The first answer is not enough. That said, I do try to get some exercise in before I start the day, it clears the head and I know I will never get to it end of day. For a critical day, decision, etc., I usually talk myself through it and remind myself that “you have been here before and gotten through.” I also find, even in the times of Zoom meetings and athleisure trends, that wearing an outfit I feel confident in can go a long way. One of my most stressful days was when I had to fire a colleague and friend. We had worked together for over a decade and while I knew the rationale was right, I still had trouble with it. I talked myself through the scenario and prepped like I would any tough meeting. And I talked to people outside the situation whose input I valued to keep my head on straight. But at the end of the day, it was my underlying belief that we would survive this. Having that mantra in mind got me through the meeting. And we did, and she and I are back working together. I think taking the time to listen to your gut and talk yourself through it is critical. And maybe a glass of wine afterwards!
As you know, the United States is currently facing a very important self-reckoning about race, diversity, equality and inclusion. This may be obvious to you, but it will be helpful to spell this out. Can you articulate to our readers a few reasons why it is so important for a business or organization to have a diverse executive team?
Diversity of all kinds is not only the right thing to do, but it is in the best interest of our people, and our business. It is diversity that make us better people and opens our eyes up to different experiences, points of view and direction. For us diversity is not and can never be just a checklist. As a mid-sized agency in a less than diverse industry, we need to actively seek out and embrace diversity. It increases the stories we are able to tell and the perspectives we are able to bring. And in the business that I’m in, storytelling is everything.
As a business leader, can you please share a few steps we must take to truly create an inclusive, representative, and equitable society? Kindly share a story or example for each.
I think this is an ongoing effort. You have to be willing to accept that maybe you can do better and take stock of what you’ve been doing and how you can move forward. We have so much to learn here. As a woman I have seen how the tides can turn (not that we are done), and we must turn the tides for everyone who is not treated equitably.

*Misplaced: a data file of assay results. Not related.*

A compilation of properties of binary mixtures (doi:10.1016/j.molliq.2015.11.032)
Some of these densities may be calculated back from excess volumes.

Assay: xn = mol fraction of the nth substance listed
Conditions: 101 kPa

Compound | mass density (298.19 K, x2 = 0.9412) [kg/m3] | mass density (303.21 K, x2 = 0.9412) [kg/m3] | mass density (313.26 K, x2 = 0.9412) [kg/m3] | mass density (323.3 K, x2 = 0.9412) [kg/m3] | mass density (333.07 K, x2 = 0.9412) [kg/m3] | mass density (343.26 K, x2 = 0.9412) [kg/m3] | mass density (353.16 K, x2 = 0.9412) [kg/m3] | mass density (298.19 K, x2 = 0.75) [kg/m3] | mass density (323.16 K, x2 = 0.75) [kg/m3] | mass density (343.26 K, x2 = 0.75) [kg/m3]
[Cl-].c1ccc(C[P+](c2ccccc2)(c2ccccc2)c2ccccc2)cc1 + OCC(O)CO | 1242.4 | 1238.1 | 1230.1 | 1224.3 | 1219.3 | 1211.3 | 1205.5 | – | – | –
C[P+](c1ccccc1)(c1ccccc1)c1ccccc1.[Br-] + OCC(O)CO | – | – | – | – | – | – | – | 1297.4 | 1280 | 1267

We’ve recently joined the Diversity Action Alliance, which is an organization dedicated to ensuring we increase our diversity, which in turn will impact the communications industry overall. This is our way of keeping ourselves accountable and increasing the voices that will be heard and able to tell their stories in this industry. But we have much more to do.
Ok, thank you for that. Let’s now jump to the primary focus of our interview. Most of our readers — in fact, most people — think they have a pretty good idea of what a CEO or executive does. But in just a few words can you explain what an executive does that is different from the responsibilities of the other leaders?
I think it is most about having skin in the game. Each decision, big and small affects the larger organization. It is up to us to lead by example, to try to inspire and to always have our eye on tomorrow. It’s not that the work is much different, but the weight of it is what changes.
What are the “myths” that you would like to dispel about being a CEO or executive. Can you explain what you mean?
I think people think we don’t do the actual work anymore. The founder of our company left a big agency for just that reason, and as a scrappy 25-year old start-up, that belief of doing the work regardless of level is a part of our DNA. Another myth I think exists is that people think we make decisions rashly. But in fact the angst and planning behind each decision is long and arduous. I am sure there are more, but no one tells me what they are.
In your opinion, what are the biggest challenges faced by women executives that aren’t typically faced by their male counterparts?
I think women — well some women — have a harder time speaking their mind in business, negotiating salaries and such. Also, the issues of sexual harassment and the concept of the Boys Club still exist. It is not what it was when I was starting out, but its there. A powerful woman is still looked at as a bit of a shrew, while her male counterpart is just powerful. Also — particularly in the US — the inequality when it comes to maternity vs paternity remains an issue.
What is the most striking difference between your actual job and how you thought the job would be?